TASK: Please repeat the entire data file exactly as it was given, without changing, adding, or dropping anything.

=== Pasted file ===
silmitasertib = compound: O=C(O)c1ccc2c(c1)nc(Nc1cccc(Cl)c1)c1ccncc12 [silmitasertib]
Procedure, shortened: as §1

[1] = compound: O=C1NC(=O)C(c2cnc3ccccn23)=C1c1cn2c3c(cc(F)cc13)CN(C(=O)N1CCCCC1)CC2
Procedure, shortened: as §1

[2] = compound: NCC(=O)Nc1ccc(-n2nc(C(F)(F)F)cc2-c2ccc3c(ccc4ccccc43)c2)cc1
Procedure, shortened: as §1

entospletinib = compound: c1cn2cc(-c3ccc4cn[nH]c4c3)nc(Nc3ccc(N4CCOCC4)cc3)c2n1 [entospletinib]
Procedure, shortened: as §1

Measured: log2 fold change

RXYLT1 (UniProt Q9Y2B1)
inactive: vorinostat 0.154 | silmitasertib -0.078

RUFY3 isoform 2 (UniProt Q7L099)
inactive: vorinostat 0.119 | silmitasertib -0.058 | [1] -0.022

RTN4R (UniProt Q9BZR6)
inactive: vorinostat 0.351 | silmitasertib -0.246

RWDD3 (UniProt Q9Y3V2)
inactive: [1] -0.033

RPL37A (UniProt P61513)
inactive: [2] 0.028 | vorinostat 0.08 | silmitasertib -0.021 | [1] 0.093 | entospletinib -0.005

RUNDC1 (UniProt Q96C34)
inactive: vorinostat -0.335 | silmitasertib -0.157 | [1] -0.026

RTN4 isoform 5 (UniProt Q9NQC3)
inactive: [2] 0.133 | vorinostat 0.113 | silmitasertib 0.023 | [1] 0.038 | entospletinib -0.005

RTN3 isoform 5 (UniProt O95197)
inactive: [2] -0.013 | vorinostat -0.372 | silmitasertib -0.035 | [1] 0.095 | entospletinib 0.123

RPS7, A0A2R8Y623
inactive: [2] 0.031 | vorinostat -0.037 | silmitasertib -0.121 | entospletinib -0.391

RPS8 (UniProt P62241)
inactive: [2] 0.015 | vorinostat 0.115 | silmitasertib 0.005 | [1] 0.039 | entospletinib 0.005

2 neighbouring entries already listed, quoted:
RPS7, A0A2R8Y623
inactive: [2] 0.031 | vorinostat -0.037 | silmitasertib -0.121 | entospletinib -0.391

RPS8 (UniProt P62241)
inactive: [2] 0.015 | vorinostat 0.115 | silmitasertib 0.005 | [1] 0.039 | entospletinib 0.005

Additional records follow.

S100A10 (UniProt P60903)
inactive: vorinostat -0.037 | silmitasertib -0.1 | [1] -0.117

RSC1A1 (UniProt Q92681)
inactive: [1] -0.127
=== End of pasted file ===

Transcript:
silmitasertib = compound: O=C(O)c1ccc2c(c1)nc(Nc1cccc(Cl)c1)c1ccncc12 [silmitasertib]
Procedure, shortened: as §1

[1] = compound: O=C1NC(=O)C(c2cnc3ccccn23)=C1c1cn2c3c(cc(F)cc13)CN(C(=O)N1CCCCC1)CC2
Procedure, shortened: as §1

[2] = compound: NCC(=O)Nc1ccc(-n2nc(C(F)(F)F)cc2-c2ccc3c(ccc4ccccc43)c2)cc1
Procedure, shortened: as §1

entospletinib = compound: c1cn2cc(-c3ccc4cn[nH]c4c3)nc(Nc3ccc(N4CCOCC4)cc3)c2n1 [entospletinib]
Procedure, shortened: as §1

Measured: log2 fold change

RXYLT1 (UniProt Q9Y2B1)
inactive: vorinostat 0.154 | silmitasertib -0.078

RUFY3 isoform 2 (UniProt Q7L099)
inactive: vorinostat 0.119 | silmitasertib -0.058 | [1] -0.022

RTN4R (UniProt Q9BZR6)
inactive: vorinostat 0.351 | silmitasertib -0.246

RWDD3 (UniProt Q9Y3V2)
inactive: [1] -0.033

RPL37A (UniProt P61513)
inactive: [2] 0.028 | vorinostat 0.08 | silmitasertib -0.021 | [1] 0.093 | entospletinib -0.005

RUNDC1 (UniProt Q96C34)
inactive: vorinostat -0.335 | silmitasertib -0.157 | [1] -0.026

RTN4 isoform 5 (UniProt Q9NQC3)
inactive: [2] 0.133 | vorinostat 0.113 | silmitasertib 0.023 | [1] 0.038 | entospletinib -0.005

RTN3 isoform 5 (UniProt O95197)
inactive: [2] -0.013 | vorinostat -0.372 | silmitasertib -0.035 | [1] 0.095 | entospletinib 0.123

RPS7, A0A2R8Y623
inactive: [2] 0.031 | vorinostat -0.037 | silmitasertib -0.121 | entospletinib -0.391

RPS8 (UniProt P62241)
inactive: [2] 0.015 | vorinostat 0.115 | silmitasertib 0.005 | [1] 0.039 | entospletinib 0.005

2 neighbouring entries already listed, quoted:
RPS7, A0A2R8Y623
inactive: [2] 0.031 | vorinostat -0.037 | silmitasertib -0.121 | entospletinib -0.391

RPS8 (UniProt P62241)
inactive: [2] 0.015 | vorinostat 0.115 | silmitasertib 0.005 | [1] 0.039 | entospletinib 0.005

Additional records follow.

S100A10 (UniProt P60903)
inactive: vorinostat -0.037 | silmitasertib -0.1 | [1] -0.117

RSC1A1 (UniProt Q92681)
inactive: [1] -0.127